Although we don't believe in timing the market or panicking over daily movements, we do like to keep an eye on market changes -- just in case they're material to our investing thesis.
At lunchtime today, the Dow Jones Industrial Average (DJINDICES:^DJI) had destroyed $11.2 billion of investor value.
Procter & Gamble (NYSE:PG) was the worst offender any way you slice it. P&G updated its 2014 guidance to reflect currency headwinds in Latin America, slashing sales growth estimates in half and reducing bottom-line targets. The consumer products giant saw its shares fall 2.2% this morning, slicing $4.5 billion off of its $215 billion market cap. P&G also happens to have a share price near the Dow's $83 average, so the move translated into a respectable 11-point Dow index penalty.
Another four Dow stocks dropped more than $1 billion of market value each. Because big market caps don't always translate into high share prices (share counts matter, people!), and because the Dow is based on share prices rather than total market values, these outsized value destroyers had a relatively small effect on the Dow itself.
Some of these top-five market value losers reduced their Dow scores by very small amounts. Pfizer (NYSE:PFE), for example, lost 0.8% of its investor value, or $1.5 billion -- but only two Dow points thanks to a share price just above $30. The lack of positive news from an FDA advisory oanel over heart medication risks may move Pfizer investor portfolios -- but the Dow doesn't care much.
And at the other end of the scale, Microsoft (NASDAQ:MSFT) jumped 0.6% higher to boost its voluminous market cap by roughly $2 billion. There's no big news to drive Microsoft's modest jump, but this company is big enough to create or destroy the equivalent of a low end mid-cap stock on random market noise.
Oh, but none of that matters to the Dow. Microsoft's value-building surge only added 1.5 Dow points to the index.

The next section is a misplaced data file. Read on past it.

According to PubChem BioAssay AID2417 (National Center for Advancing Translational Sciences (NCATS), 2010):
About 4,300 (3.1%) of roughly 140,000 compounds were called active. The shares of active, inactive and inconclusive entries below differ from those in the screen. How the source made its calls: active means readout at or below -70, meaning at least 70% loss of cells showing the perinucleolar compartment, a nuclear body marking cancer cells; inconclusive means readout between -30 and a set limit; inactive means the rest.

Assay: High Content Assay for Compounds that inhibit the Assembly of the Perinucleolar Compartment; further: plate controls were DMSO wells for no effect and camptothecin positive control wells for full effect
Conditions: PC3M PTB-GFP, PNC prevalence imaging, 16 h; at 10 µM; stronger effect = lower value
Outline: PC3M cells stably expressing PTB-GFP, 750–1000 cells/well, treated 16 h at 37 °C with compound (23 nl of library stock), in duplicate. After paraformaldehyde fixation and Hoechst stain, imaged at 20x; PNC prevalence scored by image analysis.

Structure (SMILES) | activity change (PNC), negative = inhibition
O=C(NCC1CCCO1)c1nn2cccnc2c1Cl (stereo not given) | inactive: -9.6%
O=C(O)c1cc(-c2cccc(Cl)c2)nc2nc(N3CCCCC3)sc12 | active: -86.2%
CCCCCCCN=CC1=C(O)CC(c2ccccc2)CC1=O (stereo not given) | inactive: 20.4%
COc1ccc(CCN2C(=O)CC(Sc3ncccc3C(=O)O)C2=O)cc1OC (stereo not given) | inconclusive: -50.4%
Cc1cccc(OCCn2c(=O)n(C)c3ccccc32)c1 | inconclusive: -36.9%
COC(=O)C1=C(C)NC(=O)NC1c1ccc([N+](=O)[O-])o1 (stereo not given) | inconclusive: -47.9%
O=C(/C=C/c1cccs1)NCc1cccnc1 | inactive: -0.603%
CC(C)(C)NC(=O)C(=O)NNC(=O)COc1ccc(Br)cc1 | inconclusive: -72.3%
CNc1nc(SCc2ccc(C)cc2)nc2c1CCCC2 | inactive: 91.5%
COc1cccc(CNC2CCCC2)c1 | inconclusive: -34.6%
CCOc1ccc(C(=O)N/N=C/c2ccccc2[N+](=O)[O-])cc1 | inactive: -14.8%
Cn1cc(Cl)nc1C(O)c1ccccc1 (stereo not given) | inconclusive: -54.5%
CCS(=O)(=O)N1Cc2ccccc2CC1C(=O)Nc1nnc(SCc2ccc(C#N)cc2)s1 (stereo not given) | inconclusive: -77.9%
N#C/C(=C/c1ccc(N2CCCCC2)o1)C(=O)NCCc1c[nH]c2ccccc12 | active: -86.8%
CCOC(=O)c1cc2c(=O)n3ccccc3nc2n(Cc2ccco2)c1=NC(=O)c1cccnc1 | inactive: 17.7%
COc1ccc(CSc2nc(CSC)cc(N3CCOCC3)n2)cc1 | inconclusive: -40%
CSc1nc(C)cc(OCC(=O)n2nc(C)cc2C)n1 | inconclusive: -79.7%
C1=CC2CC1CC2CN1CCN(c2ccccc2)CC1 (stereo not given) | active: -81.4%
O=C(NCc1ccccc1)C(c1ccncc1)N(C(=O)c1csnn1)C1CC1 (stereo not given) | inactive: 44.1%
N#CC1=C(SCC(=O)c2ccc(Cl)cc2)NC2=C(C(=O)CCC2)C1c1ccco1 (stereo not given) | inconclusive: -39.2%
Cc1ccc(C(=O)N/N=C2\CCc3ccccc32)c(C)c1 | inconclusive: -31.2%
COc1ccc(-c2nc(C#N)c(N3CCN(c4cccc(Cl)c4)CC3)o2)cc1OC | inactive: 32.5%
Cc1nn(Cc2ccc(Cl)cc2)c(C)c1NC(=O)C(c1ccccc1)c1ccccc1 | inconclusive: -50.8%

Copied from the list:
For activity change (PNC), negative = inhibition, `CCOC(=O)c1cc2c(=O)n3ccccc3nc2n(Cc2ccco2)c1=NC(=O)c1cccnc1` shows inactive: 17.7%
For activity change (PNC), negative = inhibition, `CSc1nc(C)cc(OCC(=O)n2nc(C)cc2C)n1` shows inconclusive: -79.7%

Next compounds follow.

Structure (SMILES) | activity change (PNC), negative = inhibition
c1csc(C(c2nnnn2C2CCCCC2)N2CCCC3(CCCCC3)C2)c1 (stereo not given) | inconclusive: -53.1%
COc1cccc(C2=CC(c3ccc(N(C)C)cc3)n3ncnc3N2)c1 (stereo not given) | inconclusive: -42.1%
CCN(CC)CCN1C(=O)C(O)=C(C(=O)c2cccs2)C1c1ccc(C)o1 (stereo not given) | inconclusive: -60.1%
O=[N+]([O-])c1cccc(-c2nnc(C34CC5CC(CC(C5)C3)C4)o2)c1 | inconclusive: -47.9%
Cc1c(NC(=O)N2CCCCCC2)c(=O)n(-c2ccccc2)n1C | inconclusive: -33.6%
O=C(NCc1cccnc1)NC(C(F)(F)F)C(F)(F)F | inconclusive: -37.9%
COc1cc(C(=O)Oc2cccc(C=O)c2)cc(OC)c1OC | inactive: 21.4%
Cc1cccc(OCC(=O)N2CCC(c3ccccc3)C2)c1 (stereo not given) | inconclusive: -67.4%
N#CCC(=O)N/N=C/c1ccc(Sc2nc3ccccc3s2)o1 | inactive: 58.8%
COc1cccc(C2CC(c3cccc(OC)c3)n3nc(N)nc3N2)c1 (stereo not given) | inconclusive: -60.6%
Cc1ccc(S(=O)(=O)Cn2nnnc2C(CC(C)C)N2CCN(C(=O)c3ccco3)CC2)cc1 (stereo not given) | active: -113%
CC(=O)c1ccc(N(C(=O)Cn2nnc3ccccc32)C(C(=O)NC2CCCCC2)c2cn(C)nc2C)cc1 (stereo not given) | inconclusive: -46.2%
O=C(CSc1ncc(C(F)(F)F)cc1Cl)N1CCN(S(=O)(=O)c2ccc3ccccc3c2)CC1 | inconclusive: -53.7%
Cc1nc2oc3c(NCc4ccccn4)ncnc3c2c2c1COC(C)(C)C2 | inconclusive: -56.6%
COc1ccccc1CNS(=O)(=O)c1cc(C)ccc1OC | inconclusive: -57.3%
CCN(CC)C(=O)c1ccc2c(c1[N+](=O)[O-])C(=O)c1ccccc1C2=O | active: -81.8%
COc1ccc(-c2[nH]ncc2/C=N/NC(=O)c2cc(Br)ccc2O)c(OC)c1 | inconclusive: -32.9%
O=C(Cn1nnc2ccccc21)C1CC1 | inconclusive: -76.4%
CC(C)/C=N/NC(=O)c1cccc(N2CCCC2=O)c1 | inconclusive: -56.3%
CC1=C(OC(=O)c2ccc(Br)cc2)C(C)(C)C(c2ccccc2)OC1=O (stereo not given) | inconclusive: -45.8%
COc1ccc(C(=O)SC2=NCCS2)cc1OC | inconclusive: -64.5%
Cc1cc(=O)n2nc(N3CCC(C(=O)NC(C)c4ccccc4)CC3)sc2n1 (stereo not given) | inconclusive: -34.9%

Meanwhile, Visa (NYSE:V) moved as much as Microsoft but trades for six times Redmond's share price. Hence, Visa added six Dow points without actually moving any further. Like Microsoft, there's no obvious reason behind Visa's reasonably large move. But that didn't stop the stock from moving the blue-chip index in a way that Microsoft couldn't match.
The big takeaway
All of which boils down to the simple fact that single-day market moves really don't matter much. "We don't believe in timing the market or panicking over daily movements," says the disclaimer at the top of this page -- and we mean it. This is particularly true for the various market indices.
The Dow cares about big share price moves. It doesn't matter if you're looking at large or small percentage moves, or mow much total investor value the price change represents.
Using the market cap weighting of the S&P 500, the Dow would switch to looking at total market cap changes. Here, Microsoft's move would matter twice as much as Visa's -- Redmond's market cap is about twice the size of the credit card processor's.
But to you, none of this should matter. Owning Microsoft or Visa would boost your holdings by 0.6% either way, regardless of the varied share prices and market caps. Stop worrying about daily static on the Dow or the S&P 500, keep your eye on the ball that's actually affecting your personal returns ... and start planning for a comfortable retirement by looking at the right kind of moves.
Where can I learn more about serious investing?
Millions of Americans have waited on the sidelines since the market meltdown in 2008 and 2009, too scared to invest and put their money at further risk. Yet those who've stayed out of the market have missed out on huge gains and put their financial futures in jeopardy. In our brand-new special report, "Your Essential Guide to Start Investing Today," The Motley Fool's personal finance experts show you why investing is so important and what you need to do to get started. Click here to get your copy today -- it's absolutely free.
Anders Bylund has no position in any stocks mentioned. The Motley Fool recommends Procter & Gamble and Visa. The Motley Fool owns shares of Microsoft and Visa. Try any of our Foolish newsletter services free for 30 days. We Fools may not all hold the same opinions, but we all believe that considering a diverse range of insights makes us better investors. The Motley Fool has a disclosure policy.